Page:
The only comedy in the world about the pitfalls of positivist social science?

I am attending the NCRM Research Methods Festival in July, Oxford. I like the fact that it is called a Festival rather than a Conference as I think it sets a particular vibe about what the event aims to achieve – which is to get people excited about research methods and for those of us who are already excited, provide the best place to meet other excited geeks. I think this is an important event as I’ve heard that Research Methods seems to be a topic students are bored by and tends to get offloaded to new lecturers or PhD students. But there is no reason for Research Methods to be boring or a burden.

In the evening of the festival, there is an entertainment programme. The great sociologist and Radio 4’s Thinking Allowed presenter Laurie Taylor will be speaking on one night and Red Magic, a socialist magician on another. There is also an option for a walking tour of Oxford and a film showing of the British longitudinal ITV documentary, 7Up, which follows the lives of a group of children who were aged 7 in 1964 to the current day (which is a similar age group to the 1958 Birth Cohort study I am using for my PhD)

Having a film viewing at a conference or event is an interesting idea. If I were to show a film I would show possibly the only comedy about the pitfalls of positivist social science – Kitchen Stories (2003).


Kitchen Stories is a Norwegian/Swedish comedy set in the 1950s about sophisticated Swedish researchers going out to observe the kitchen habits of single men in rural Norway. Inevitably issues arise with the research design: observer effects, research ethics, power relationships in research, the trials and tribulations in working with cross-country research teams and so on… All with a soundtrack which includes the fabulous Swedish Jazz Pianist, Jan Johansson.

If anyone can find any other research methods related films, then please let me know – Pygmalian / My fair lady is another one perhaps?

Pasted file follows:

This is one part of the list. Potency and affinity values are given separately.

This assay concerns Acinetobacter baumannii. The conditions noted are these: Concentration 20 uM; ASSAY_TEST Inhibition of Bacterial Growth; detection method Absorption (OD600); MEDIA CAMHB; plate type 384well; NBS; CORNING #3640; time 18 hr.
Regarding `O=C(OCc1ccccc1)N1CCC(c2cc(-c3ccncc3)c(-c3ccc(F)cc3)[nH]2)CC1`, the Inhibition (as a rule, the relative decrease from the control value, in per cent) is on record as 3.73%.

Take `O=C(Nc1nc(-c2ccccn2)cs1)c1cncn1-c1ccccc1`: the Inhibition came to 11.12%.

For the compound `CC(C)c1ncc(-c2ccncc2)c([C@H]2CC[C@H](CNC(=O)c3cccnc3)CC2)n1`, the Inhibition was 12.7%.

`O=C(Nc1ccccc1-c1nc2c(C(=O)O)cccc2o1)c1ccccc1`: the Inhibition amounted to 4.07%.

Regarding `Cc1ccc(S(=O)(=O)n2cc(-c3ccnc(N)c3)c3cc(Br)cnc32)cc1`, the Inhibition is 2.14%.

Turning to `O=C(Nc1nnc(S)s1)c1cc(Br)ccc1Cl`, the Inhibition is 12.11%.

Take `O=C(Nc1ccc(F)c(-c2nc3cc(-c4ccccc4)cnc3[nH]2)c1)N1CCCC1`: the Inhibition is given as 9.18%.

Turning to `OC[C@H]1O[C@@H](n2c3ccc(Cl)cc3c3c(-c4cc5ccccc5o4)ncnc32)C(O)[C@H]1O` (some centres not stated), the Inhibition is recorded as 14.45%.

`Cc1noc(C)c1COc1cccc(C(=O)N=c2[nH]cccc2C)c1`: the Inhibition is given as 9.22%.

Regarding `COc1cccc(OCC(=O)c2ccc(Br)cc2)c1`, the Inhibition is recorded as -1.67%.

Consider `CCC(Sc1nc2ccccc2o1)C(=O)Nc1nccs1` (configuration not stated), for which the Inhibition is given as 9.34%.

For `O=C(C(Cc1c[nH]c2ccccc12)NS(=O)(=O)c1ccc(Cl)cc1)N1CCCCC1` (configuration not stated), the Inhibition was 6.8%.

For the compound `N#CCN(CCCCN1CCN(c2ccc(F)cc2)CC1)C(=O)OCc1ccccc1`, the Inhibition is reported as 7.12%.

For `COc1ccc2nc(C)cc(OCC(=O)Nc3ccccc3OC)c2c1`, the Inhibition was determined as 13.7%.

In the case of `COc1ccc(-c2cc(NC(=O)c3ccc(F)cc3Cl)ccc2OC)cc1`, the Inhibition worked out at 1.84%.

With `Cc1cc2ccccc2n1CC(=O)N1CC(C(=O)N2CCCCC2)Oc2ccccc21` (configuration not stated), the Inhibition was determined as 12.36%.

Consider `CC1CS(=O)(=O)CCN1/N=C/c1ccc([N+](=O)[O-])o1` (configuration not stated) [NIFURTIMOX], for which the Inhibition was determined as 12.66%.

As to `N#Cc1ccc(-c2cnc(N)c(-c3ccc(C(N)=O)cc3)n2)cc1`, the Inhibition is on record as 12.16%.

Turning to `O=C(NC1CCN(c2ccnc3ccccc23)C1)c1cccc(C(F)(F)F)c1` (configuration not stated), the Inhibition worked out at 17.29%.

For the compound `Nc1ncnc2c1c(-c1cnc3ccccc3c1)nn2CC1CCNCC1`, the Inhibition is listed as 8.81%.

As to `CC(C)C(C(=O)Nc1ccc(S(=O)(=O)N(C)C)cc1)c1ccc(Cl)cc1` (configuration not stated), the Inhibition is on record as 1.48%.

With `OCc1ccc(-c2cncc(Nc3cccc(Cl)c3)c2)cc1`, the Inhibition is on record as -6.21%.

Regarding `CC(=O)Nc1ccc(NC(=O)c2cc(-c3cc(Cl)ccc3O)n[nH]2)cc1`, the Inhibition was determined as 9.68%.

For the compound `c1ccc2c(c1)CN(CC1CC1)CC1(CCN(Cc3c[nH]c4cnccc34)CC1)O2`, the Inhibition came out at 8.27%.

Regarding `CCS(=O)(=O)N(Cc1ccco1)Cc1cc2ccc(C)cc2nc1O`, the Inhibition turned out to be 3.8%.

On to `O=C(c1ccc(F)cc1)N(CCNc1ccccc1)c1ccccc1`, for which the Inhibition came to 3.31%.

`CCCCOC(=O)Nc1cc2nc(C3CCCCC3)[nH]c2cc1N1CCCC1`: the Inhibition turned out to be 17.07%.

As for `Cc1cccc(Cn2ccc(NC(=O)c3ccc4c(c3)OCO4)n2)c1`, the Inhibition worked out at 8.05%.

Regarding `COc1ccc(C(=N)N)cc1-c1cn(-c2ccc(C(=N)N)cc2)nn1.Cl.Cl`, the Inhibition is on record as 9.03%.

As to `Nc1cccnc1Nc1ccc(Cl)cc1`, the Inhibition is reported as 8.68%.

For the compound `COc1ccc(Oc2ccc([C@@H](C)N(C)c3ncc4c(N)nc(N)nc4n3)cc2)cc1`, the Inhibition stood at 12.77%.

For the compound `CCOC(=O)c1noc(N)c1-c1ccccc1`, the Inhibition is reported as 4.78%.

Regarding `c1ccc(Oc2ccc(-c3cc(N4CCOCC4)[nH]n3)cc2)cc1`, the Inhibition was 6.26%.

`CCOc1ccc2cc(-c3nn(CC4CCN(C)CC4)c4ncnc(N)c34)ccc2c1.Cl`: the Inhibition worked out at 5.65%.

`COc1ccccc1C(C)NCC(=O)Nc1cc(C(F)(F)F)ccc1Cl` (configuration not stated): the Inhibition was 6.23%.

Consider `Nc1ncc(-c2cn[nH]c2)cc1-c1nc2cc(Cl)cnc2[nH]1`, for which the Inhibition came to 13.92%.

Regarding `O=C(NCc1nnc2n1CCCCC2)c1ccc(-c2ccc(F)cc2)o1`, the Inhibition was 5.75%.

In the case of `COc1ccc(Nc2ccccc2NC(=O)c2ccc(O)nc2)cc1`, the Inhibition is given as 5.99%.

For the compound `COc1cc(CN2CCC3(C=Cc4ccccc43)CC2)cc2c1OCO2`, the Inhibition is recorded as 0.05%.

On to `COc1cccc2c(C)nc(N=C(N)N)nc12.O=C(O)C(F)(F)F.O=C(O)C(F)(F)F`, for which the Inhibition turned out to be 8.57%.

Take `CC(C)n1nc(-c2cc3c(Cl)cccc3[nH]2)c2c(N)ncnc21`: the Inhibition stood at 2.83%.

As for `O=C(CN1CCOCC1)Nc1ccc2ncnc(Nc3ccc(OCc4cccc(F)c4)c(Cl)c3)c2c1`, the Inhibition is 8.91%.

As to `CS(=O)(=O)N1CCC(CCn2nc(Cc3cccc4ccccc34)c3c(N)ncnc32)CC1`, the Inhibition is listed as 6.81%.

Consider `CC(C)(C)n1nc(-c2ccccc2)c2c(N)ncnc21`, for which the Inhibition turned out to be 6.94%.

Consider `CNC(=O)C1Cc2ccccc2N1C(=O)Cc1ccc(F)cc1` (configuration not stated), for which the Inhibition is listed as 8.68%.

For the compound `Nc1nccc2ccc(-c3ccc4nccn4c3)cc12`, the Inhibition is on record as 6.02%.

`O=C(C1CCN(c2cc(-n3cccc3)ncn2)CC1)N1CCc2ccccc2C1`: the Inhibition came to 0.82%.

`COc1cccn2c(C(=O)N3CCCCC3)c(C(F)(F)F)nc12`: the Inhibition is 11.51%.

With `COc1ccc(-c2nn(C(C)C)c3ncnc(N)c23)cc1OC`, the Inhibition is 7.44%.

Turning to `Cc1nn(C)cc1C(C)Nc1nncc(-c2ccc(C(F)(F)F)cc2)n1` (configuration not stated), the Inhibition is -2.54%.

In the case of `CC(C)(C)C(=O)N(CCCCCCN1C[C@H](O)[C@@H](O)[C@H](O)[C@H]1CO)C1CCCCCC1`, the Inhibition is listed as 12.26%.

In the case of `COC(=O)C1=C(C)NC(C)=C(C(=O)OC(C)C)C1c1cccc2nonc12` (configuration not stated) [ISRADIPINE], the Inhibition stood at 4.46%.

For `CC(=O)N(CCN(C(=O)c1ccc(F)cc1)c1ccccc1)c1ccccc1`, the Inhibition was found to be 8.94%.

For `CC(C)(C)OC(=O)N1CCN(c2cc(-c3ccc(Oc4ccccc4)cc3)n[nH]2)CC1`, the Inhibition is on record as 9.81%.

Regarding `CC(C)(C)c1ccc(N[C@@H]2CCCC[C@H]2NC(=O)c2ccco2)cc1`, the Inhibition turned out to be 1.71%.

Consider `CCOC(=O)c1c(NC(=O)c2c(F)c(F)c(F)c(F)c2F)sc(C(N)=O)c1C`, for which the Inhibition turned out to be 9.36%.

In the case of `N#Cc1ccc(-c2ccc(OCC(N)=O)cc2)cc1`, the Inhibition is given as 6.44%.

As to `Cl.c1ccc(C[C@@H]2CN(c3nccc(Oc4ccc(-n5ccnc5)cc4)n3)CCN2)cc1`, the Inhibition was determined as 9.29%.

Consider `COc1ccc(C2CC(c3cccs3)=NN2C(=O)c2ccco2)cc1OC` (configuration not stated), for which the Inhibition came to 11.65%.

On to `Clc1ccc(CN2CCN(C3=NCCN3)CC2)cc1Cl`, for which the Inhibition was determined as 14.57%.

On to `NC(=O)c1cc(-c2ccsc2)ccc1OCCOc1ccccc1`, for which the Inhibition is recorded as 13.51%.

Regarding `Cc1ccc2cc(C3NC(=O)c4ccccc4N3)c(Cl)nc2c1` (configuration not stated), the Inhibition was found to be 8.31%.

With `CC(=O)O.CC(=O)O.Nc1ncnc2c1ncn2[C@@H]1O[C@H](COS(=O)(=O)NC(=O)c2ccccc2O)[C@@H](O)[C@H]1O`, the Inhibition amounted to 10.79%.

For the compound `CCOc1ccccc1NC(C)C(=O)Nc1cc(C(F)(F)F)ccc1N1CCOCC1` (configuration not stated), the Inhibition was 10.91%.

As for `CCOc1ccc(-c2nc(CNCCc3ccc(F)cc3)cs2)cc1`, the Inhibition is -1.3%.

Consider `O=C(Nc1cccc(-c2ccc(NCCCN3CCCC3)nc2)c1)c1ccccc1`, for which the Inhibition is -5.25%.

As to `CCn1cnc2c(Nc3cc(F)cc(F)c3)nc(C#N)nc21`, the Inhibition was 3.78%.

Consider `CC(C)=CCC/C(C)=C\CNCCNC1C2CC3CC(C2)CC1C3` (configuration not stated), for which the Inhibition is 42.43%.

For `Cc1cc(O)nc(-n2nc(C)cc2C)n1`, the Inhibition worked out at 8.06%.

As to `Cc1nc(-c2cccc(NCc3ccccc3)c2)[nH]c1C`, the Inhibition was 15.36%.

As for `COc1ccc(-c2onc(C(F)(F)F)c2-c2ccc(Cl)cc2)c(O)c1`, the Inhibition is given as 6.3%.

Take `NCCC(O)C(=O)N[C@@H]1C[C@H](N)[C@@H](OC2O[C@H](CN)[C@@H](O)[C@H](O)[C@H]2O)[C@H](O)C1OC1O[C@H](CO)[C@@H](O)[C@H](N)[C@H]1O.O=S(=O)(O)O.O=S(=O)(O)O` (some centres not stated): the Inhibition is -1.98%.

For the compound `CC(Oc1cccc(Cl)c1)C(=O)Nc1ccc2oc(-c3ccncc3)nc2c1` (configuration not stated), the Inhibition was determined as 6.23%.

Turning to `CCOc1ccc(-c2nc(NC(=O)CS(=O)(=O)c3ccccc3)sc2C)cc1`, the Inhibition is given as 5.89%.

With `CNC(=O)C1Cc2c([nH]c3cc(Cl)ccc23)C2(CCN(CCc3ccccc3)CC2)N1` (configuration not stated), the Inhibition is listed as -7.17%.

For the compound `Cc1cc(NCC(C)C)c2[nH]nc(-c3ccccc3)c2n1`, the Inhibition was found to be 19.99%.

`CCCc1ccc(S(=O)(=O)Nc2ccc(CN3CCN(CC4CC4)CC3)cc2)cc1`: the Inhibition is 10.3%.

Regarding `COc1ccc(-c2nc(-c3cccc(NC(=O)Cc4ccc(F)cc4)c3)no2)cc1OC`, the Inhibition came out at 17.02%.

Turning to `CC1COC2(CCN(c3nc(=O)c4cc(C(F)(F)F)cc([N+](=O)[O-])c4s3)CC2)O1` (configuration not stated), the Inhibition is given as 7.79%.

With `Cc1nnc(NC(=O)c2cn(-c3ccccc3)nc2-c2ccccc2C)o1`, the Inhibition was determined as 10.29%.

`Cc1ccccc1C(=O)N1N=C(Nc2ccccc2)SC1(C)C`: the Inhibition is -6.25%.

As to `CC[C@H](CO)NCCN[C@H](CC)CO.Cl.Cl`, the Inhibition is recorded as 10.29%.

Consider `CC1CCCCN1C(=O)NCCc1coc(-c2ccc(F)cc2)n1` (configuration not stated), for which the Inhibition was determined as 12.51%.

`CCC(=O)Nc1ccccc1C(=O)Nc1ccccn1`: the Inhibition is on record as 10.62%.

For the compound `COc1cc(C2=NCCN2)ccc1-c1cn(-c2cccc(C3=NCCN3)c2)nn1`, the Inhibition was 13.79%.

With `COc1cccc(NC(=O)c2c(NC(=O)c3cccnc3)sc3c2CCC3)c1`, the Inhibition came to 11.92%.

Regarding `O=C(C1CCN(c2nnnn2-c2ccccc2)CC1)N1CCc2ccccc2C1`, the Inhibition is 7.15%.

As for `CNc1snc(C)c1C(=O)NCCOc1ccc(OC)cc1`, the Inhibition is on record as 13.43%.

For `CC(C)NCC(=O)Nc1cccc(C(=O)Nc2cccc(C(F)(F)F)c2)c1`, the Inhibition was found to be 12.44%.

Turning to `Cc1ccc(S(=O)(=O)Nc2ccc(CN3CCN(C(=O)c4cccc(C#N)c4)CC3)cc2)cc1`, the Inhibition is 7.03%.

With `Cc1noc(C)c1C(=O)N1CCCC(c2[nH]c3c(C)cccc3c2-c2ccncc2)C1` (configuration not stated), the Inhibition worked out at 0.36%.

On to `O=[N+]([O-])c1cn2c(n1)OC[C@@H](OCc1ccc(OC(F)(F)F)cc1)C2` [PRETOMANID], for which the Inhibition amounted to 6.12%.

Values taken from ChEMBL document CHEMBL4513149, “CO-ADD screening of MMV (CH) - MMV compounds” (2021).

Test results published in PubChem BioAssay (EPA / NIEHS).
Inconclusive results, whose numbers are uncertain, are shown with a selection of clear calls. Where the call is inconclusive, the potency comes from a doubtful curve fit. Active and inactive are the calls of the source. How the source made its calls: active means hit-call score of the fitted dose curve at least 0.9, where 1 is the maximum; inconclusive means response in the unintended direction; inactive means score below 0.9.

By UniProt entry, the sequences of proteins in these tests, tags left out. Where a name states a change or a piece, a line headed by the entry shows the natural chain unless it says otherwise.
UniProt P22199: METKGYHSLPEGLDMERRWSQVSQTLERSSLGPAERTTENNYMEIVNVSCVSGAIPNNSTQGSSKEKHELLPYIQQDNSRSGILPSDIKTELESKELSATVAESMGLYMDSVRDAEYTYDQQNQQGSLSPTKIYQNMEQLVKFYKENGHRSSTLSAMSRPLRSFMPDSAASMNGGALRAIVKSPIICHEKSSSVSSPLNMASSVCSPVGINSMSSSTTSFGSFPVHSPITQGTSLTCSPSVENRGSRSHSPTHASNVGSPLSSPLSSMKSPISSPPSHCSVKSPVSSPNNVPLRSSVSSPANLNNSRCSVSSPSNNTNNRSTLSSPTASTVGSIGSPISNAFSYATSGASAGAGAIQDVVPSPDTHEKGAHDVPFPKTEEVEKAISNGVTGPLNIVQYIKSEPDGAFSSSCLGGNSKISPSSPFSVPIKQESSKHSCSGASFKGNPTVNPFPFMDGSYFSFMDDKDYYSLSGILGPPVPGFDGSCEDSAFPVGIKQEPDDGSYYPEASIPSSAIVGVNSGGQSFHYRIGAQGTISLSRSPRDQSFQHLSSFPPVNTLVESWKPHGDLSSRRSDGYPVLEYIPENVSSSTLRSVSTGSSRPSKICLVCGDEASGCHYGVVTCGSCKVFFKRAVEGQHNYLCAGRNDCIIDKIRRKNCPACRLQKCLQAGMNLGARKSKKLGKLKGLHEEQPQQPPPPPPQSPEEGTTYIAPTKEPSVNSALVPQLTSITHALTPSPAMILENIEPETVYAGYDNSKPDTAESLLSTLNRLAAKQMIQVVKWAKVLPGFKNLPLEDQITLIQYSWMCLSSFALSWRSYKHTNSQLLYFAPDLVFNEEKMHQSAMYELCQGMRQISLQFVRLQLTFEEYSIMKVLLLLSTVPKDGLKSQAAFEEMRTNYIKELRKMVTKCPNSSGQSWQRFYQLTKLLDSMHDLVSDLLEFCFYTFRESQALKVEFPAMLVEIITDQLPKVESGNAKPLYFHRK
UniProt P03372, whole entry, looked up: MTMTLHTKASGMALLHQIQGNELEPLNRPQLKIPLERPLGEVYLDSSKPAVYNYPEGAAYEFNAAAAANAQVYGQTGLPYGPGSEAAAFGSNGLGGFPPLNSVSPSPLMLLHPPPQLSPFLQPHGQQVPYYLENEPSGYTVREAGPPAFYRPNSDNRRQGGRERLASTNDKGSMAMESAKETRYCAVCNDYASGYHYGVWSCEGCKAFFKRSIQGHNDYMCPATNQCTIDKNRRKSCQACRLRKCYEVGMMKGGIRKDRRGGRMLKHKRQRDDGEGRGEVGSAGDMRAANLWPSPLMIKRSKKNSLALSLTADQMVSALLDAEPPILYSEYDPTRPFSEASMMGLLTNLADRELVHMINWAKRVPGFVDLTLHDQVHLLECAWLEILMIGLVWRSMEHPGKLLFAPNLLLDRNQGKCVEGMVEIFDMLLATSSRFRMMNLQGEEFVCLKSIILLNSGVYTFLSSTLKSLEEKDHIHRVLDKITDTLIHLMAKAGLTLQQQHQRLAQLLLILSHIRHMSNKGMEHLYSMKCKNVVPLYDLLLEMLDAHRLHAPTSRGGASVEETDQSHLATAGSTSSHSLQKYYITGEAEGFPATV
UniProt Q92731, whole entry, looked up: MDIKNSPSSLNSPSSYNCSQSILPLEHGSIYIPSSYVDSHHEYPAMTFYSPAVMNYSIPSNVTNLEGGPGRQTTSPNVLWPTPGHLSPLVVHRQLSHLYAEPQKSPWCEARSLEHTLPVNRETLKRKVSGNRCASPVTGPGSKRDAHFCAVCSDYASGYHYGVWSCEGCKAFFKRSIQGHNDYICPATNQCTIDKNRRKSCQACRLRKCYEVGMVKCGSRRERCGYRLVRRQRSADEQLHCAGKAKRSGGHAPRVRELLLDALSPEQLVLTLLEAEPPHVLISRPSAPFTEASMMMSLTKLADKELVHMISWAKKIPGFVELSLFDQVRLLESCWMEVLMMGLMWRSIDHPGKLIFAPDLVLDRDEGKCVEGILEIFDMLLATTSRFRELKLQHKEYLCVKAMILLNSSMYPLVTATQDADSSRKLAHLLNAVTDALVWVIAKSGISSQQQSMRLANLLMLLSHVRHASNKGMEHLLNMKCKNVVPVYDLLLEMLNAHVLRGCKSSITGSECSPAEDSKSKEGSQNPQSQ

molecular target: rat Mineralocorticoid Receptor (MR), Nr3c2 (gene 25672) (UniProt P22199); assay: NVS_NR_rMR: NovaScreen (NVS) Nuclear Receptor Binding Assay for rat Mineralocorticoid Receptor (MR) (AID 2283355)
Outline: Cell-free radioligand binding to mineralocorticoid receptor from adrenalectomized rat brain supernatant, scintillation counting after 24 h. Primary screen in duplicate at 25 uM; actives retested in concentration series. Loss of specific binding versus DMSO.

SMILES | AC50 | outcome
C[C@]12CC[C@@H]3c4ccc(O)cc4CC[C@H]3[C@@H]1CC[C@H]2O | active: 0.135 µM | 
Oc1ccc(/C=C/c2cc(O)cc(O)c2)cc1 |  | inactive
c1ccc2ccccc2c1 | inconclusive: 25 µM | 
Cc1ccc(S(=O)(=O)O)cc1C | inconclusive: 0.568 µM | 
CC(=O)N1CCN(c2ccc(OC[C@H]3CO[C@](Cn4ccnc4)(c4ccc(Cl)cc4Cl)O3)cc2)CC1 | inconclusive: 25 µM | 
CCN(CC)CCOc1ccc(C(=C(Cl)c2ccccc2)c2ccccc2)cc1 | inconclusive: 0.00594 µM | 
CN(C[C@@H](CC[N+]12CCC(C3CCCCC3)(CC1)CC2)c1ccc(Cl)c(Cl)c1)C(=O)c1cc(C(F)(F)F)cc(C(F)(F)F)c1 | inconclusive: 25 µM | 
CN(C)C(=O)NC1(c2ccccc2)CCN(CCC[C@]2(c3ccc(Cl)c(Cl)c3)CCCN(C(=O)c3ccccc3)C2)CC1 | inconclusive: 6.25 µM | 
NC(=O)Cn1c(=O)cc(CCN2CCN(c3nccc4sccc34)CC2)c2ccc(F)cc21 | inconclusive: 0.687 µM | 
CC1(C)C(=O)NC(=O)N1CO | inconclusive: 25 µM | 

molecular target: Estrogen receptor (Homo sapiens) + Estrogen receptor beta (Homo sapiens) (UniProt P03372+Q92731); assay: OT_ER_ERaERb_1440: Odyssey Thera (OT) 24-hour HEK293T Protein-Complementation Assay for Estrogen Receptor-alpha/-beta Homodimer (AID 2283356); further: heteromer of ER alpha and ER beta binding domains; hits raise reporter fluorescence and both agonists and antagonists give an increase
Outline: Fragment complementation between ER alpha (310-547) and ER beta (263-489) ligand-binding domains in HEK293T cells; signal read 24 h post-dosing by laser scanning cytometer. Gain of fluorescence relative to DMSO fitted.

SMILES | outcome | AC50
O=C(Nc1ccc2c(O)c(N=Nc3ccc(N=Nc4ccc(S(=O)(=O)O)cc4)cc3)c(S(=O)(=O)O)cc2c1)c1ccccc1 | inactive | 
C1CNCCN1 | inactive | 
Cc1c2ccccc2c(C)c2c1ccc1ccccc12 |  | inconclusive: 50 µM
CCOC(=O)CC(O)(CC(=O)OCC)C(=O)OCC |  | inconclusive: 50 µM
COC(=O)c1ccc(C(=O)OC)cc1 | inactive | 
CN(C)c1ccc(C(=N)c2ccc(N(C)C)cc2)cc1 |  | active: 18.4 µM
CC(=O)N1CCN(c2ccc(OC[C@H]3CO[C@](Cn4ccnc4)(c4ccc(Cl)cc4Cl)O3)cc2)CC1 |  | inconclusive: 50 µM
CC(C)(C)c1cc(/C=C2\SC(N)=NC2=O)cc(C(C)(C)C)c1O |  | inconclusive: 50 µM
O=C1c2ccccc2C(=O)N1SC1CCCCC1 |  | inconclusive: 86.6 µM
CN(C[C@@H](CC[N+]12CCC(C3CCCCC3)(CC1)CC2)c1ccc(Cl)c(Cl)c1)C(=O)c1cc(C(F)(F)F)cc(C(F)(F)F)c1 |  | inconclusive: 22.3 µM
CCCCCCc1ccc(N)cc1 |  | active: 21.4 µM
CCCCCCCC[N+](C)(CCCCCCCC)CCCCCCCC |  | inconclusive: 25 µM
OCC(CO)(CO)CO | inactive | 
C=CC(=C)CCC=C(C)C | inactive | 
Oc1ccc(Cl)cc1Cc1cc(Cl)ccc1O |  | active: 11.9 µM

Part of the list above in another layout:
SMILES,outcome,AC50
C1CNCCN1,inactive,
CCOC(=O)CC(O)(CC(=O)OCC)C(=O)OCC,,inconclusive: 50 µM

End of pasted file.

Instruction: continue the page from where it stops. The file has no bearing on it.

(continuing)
Maybe one day we could put on a Research Methods film festival! *faints with excitement*

(c) 2014 Annika Coughlin

  1. UPDATE: Suggestion from @pjwakeling and @apasztor is Vrať se do hrobu! (Go Back to the Grave!) about a Czech sociologist/ethnographer

    Review Summary: Though he is in his twenties, with a wife and children, the sociologist in this film is sent to study an aspect of the lives of high-school students, and must go undercover to do it. At first he is skittish about his role, but soon he discovers how much fun it is, and delights in the ability to win the attention of attractive girls. Meanwhile, his real family is not getting to see much of him, and conflicts arise. ~ Clarke Fountain, Rovi


  2. Another one from @apasztor: Magic Town (1947)

    Summary: Rip Smith’s opinion-poll business is a failure…until he discovers that the small town of Grandview is statistically identical to the entire country. He and his assistants go there to run polls cheaply and easily, in total secrecy (it would be fatal to let the townsfolk get self-conscious). And of course, civic crusader Mary Peterman must be kept from changing things too much. But romantic involvement with Mary complicates life for Rip; then suddenly everything changes… Written by Rod Crawford


  3. anelim said:

    Awesome film, a Norwegian friend showed it to us a few years ago and I’ve been trailing the DVD everywhere with me and showing it to students and friends! methods film festival sounds fun, although we might have to make some films first 🙂


  4. I never even thought about making our own films….. perhaps a bit ambitious??? But good to think big!


  5. Ros Edwards said:

    Some great ideas here and – you never know – they may find their way into a future RMF.


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